The current battle over library funding marks a skirmish line in a culture war. A culture war develops when people who hold a series of attitudes, often incoherently, perceive themselves as a group and develop strong feelings of solidarity combined with hostility to others who hold competing attitudes. In Toronto, the culture war lines we all acknowledge include the Gay Pride parade and Mayor Ford's refusal to attend, bicycle lanes, and libraries. Less acknowledged but very real conflicts revolve around the word industrial, and the corresponding attitudes to the presence of actual industry in Toronto, and to existing industrial sites.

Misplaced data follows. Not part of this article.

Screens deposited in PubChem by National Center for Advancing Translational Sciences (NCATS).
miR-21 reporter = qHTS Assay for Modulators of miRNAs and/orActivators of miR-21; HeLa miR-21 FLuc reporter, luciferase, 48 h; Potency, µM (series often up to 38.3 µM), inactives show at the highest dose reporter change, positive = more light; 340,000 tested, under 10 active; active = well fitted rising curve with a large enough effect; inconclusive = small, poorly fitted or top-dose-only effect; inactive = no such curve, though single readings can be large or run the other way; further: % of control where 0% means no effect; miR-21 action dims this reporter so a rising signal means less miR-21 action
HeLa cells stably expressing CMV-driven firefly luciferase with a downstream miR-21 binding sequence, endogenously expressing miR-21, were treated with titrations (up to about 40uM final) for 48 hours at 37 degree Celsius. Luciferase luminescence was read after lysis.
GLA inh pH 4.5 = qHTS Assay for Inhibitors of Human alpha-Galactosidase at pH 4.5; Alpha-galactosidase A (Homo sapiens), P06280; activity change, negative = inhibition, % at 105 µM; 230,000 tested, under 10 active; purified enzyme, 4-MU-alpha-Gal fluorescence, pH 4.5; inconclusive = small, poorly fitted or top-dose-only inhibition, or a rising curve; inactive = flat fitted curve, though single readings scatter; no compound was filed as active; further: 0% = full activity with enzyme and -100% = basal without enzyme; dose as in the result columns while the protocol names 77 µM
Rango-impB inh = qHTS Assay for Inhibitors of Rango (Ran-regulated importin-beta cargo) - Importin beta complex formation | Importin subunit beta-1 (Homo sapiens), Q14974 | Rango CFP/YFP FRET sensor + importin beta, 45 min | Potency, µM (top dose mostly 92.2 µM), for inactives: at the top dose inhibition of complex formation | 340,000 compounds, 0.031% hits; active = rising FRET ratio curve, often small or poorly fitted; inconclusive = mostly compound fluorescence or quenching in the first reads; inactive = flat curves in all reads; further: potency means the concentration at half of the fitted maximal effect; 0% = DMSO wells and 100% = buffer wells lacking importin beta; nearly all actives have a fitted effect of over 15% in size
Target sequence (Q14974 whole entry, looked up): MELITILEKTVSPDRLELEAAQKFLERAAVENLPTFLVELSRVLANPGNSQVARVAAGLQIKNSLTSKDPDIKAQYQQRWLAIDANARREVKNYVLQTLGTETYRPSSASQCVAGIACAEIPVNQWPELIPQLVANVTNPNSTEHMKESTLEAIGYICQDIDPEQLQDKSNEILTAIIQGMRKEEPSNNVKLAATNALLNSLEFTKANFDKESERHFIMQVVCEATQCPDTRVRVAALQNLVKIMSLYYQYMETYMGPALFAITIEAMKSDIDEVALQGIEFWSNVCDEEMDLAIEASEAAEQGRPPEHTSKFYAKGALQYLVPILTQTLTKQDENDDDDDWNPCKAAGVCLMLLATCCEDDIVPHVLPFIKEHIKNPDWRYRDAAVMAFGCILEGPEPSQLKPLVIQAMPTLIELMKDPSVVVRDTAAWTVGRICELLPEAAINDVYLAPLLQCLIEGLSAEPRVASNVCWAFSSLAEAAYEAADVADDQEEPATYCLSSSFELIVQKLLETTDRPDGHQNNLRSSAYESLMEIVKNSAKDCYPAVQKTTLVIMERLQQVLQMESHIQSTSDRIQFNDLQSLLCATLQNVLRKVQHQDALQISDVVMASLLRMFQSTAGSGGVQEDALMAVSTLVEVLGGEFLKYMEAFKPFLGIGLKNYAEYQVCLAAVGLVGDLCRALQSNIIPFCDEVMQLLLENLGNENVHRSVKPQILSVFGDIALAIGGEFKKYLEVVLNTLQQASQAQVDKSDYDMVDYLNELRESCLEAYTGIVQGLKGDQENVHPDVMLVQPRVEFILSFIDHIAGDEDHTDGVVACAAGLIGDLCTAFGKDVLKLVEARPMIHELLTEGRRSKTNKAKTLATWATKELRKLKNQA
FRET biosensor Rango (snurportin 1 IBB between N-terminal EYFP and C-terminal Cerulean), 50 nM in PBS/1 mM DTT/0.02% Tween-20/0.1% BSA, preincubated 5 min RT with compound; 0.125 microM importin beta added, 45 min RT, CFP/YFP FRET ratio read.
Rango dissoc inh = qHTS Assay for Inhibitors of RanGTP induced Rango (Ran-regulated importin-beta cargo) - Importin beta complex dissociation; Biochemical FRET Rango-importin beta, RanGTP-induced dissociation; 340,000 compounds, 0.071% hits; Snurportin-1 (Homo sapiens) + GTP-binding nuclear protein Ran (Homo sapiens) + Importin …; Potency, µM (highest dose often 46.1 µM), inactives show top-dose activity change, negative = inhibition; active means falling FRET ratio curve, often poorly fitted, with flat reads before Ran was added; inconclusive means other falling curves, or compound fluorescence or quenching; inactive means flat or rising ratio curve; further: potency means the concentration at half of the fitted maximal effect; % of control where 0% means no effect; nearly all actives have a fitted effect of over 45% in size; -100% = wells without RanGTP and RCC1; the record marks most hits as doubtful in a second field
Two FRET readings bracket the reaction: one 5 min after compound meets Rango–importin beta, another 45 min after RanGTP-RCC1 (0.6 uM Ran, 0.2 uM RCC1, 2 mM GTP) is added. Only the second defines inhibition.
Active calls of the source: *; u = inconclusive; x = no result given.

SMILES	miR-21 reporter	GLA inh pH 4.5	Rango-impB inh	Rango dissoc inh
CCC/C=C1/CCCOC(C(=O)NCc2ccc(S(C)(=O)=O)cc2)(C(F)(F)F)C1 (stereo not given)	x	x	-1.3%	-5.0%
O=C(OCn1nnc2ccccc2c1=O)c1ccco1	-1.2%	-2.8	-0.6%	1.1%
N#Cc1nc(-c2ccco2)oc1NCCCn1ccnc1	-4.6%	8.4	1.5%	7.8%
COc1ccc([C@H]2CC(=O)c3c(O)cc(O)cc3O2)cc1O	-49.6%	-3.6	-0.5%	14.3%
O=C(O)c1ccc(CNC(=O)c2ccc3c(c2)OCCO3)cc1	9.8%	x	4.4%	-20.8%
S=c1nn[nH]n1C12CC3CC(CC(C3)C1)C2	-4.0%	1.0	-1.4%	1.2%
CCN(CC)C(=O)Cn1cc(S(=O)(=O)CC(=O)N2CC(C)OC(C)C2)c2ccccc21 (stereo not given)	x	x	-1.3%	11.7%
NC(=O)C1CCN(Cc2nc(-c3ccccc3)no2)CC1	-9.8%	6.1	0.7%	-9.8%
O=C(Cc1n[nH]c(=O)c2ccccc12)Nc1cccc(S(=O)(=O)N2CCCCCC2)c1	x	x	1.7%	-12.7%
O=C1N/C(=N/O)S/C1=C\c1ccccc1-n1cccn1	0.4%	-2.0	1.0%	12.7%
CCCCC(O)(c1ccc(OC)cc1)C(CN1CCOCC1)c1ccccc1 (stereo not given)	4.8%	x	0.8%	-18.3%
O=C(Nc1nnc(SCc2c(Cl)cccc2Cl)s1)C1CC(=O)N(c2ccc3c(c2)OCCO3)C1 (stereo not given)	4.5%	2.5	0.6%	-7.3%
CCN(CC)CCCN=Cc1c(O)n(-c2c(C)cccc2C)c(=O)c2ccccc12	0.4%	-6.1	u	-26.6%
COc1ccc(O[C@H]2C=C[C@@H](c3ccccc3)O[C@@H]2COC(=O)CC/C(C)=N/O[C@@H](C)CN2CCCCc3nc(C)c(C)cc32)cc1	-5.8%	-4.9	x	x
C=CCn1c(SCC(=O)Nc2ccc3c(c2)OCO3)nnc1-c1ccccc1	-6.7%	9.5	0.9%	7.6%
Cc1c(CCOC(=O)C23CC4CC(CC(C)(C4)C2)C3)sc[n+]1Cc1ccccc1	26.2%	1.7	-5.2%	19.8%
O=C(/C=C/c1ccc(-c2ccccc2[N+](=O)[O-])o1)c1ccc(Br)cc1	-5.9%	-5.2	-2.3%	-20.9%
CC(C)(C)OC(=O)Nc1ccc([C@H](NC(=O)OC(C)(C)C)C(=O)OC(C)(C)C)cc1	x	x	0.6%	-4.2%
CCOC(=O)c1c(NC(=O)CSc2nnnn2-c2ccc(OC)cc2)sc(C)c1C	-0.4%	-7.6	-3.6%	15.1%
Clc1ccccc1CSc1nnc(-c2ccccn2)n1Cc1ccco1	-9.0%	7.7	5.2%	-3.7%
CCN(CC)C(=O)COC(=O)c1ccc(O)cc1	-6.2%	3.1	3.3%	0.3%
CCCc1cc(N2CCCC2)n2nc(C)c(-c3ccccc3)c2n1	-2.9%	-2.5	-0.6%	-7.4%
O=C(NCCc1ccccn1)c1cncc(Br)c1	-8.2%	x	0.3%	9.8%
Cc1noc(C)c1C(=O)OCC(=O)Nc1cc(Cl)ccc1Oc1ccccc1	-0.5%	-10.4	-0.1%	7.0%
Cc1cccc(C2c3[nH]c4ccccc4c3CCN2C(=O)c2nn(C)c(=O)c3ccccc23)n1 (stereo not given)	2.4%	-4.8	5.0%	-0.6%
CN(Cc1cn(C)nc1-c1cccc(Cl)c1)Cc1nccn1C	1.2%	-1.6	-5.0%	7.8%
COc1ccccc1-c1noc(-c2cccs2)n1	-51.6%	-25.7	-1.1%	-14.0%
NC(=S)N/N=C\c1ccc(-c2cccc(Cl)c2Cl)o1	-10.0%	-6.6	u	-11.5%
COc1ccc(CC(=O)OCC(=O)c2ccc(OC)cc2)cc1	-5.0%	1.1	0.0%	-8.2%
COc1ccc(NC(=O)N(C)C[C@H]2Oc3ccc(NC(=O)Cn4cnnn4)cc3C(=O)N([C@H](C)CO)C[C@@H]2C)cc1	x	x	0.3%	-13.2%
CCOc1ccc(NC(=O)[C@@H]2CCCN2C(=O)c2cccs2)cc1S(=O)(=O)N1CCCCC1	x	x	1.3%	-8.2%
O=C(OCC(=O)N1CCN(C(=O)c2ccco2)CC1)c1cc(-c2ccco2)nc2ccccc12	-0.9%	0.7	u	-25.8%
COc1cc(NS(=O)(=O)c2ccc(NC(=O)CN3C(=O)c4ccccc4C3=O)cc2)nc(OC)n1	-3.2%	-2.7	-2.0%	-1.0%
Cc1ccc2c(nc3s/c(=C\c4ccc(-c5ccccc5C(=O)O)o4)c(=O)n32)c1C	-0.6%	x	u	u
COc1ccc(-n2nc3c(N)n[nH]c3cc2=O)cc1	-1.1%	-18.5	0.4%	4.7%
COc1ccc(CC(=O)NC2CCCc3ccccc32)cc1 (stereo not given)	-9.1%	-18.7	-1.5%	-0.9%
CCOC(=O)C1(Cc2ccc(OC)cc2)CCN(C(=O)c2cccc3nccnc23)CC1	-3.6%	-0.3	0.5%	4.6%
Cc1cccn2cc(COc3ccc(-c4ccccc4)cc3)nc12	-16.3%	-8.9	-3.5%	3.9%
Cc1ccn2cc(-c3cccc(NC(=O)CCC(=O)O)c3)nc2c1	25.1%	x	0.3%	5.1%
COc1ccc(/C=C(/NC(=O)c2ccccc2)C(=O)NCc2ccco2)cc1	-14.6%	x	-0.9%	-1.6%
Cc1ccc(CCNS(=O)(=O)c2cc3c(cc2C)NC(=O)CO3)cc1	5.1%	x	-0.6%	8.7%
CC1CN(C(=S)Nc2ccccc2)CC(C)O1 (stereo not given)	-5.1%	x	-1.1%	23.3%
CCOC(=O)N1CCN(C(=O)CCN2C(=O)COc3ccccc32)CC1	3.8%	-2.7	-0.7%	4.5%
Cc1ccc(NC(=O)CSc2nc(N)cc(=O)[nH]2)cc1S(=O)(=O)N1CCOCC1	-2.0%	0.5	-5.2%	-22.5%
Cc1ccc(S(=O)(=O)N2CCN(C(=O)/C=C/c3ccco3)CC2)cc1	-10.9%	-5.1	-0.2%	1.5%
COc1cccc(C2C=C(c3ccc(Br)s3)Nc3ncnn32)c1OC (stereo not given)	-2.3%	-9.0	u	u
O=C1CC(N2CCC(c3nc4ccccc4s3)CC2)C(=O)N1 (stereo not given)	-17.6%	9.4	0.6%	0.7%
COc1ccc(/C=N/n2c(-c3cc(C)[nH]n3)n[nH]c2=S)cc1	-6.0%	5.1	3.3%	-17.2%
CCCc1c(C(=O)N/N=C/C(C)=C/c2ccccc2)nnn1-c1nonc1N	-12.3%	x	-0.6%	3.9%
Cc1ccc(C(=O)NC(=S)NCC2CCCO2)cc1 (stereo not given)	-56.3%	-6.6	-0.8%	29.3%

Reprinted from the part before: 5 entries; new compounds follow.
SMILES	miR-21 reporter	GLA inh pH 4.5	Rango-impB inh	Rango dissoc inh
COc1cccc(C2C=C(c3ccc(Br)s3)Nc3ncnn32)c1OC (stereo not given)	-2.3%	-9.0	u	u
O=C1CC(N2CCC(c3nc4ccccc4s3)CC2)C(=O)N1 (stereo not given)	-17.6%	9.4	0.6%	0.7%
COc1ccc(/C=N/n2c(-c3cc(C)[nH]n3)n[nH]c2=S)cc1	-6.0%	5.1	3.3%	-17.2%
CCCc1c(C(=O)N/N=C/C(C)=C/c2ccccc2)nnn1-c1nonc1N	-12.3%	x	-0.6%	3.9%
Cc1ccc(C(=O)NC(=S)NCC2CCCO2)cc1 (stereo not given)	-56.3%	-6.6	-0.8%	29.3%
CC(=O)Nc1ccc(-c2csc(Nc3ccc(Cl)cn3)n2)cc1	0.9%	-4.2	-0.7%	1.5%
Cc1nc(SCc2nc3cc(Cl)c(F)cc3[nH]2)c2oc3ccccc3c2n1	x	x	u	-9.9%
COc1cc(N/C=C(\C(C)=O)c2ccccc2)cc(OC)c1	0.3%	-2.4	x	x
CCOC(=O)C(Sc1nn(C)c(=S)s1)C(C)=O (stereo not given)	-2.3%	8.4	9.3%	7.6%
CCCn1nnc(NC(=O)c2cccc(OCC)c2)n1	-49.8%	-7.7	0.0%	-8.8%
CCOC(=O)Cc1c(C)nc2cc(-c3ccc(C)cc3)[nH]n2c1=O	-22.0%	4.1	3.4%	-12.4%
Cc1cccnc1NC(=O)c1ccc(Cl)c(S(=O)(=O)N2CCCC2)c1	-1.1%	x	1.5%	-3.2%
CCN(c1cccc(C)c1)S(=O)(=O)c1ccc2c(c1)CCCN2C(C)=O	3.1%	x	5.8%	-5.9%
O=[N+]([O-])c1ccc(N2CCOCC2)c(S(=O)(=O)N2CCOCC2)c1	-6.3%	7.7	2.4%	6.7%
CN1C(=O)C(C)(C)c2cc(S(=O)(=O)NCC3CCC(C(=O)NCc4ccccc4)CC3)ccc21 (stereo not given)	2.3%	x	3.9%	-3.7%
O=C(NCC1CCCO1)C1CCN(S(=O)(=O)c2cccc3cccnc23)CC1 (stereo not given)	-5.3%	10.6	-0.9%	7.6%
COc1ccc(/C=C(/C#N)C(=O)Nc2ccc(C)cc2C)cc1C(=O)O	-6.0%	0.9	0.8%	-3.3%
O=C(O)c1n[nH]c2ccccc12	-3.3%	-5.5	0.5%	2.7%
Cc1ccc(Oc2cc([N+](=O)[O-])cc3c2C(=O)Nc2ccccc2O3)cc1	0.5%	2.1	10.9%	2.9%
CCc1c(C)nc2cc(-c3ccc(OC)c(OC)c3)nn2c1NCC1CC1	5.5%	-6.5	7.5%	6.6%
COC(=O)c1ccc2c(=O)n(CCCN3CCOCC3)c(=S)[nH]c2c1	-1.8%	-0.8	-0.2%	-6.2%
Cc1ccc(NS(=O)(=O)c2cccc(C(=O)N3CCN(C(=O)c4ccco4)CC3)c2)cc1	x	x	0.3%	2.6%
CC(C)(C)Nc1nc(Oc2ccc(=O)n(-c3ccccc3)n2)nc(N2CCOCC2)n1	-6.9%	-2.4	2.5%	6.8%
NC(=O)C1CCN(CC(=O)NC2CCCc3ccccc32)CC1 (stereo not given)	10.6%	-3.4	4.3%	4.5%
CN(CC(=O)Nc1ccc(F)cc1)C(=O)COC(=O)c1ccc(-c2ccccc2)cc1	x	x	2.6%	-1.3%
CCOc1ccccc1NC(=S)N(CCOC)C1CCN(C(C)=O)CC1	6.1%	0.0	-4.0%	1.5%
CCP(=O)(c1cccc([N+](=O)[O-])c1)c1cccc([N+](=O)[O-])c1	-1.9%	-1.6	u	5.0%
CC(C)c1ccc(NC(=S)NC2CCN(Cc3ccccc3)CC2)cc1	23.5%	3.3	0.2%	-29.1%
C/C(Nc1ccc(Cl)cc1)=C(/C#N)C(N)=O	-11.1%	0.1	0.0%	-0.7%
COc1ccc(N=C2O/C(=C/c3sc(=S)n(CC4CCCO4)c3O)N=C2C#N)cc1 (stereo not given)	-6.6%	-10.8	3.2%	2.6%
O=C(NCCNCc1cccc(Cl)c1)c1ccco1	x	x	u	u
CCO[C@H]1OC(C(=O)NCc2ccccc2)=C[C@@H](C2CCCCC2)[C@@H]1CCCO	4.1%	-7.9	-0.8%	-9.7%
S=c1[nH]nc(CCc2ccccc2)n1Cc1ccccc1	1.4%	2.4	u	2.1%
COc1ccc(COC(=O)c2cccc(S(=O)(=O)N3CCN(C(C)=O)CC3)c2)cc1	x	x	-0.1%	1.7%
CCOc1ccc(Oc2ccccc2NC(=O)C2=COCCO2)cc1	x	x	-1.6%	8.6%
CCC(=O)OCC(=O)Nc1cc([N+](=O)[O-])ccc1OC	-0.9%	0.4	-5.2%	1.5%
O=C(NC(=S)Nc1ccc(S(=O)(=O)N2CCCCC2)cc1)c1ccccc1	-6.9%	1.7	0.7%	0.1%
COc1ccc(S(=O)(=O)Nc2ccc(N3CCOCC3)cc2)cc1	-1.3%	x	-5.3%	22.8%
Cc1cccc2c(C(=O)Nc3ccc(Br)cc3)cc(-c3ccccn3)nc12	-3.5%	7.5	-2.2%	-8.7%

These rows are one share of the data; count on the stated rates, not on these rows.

Because culture wars tend to involve incoherent clusters of beliefs, lines in culture wars can shift abruptly and without warning, propelled by the whims of popular culture and commercial media. I have written elsewhere of the growing acceptance of Toronto City Centre Airport and the corresponding collapse of the movement against it. In 2003, people calling for the closure of the airport belonged to a juggernaut that handed the mayor's chair to David Miller; a few years later, Toronto Life referred to them as a group of "aging hippies".
I hope I have conveyed my own belief that drawing lines in a conflict of cultures only damages the integrity of everyone's position, and even worse, makes compromise into a dirty word, coherent thinking about policy more difficult, and generally sabotages the process of effective self government. When a substantial number of people choose to validate themselves by joining or supporting arbitrarily defined factions, the ability of everyone to participate in effective self government will suffer. Over the next while, I hope to produce a series of posts on how to avoid and diffuse cultural conflicts.